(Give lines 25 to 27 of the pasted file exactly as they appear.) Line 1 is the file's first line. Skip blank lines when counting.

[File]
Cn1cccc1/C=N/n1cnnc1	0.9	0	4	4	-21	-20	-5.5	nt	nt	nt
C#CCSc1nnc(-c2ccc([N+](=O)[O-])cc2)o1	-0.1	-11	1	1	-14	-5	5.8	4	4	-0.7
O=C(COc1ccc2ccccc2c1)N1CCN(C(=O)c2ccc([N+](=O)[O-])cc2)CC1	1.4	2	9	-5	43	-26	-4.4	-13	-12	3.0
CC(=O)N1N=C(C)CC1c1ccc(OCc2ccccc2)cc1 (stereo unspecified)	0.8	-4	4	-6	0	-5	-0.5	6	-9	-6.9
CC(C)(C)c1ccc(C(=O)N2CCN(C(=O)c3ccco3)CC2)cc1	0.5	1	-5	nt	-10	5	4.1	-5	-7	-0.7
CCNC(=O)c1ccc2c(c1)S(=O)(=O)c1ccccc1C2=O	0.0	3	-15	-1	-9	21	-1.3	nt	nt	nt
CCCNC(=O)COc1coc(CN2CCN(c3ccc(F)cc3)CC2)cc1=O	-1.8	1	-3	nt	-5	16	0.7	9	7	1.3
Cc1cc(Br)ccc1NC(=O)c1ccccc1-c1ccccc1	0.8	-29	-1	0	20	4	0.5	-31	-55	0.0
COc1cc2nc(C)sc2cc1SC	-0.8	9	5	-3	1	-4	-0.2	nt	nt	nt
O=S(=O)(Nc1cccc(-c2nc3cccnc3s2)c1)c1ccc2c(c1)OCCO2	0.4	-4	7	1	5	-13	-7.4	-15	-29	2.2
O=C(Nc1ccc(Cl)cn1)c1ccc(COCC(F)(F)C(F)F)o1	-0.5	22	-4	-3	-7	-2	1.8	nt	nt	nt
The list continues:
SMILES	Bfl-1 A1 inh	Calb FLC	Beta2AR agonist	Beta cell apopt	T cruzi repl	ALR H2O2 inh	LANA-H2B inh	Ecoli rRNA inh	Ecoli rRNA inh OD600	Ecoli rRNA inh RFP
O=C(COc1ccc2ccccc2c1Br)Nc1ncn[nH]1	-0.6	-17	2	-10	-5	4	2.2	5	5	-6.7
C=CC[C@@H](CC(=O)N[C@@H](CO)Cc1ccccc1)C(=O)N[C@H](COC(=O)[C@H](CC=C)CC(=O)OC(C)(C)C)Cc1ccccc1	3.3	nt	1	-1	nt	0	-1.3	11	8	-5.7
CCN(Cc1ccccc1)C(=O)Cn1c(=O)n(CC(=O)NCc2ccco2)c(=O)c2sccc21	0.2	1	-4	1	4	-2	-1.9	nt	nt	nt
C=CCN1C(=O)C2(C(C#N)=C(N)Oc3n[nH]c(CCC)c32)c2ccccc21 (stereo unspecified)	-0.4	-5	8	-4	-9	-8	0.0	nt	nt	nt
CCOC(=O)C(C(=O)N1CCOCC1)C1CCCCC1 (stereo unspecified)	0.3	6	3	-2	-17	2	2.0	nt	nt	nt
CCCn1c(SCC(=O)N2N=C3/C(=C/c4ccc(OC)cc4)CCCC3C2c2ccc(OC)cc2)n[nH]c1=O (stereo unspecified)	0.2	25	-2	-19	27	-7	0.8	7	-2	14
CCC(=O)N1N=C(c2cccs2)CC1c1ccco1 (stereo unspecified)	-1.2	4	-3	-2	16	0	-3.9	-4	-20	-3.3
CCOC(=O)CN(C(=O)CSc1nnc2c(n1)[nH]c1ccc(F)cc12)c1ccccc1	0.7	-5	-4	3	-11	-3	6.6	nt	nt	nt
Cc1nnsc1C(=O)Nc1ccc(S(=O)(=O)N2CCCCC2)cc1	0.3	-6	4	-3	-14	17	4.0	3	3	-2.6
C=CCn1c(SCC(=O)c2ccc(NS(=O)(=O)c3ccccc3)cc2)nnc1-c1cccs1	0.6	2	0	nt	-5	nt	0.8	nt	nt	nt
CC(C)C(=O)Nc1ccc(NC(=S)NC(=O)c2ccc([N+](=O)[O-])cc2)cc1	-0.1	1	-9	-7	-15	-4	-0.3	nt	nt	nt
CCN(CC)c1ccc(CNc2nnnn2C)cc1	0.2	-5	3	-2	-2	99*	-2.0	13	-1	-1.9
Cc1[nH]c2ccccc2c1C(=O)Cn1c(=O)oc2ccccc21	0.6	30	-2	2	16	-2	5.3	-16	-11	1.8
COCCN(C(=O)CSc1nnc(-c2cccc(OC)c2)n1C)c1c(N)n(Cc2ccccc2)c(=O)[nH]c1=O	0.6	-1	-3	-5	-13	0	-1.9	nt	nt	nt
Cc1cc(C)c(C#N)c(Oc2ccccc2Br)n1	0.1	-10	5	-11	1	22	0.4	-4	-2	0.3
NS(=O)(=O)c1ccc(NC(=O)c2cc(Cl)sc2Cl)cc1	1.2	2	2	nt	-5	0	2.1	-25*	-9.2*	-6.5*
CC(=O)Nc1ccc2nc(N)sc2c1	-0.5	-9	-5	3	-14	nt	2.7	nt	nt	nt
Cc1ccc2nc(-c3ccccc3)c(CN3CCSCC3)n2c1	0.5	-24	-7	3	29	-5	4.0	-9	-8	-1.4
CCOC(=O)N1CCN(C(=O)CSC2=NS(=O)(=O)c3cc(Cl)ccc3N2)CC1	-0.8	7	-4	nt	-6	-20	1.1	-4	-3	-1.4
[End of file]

CCN(CC)c1ccc(CNc2nnnn2C)cc1	0.2	-5	3	-2	-2	99*	-2.0	13	-1	-1.9
Cc1[nH]c2ccccc2c1C(=O)Cn1c(=O)oc2ccccc21	0.6	30	-2	2	16	-2	5.3	-16	-11	1.8
COCCN(C(=O)CSc1nnc(-c2cccc(OC)c2)n1C)c1c(N)n(Cc2ccccc2)c(=O)[nH]c1=O	0.6	-1	-3	-5	-13	0	-1.9	nt	nt	nt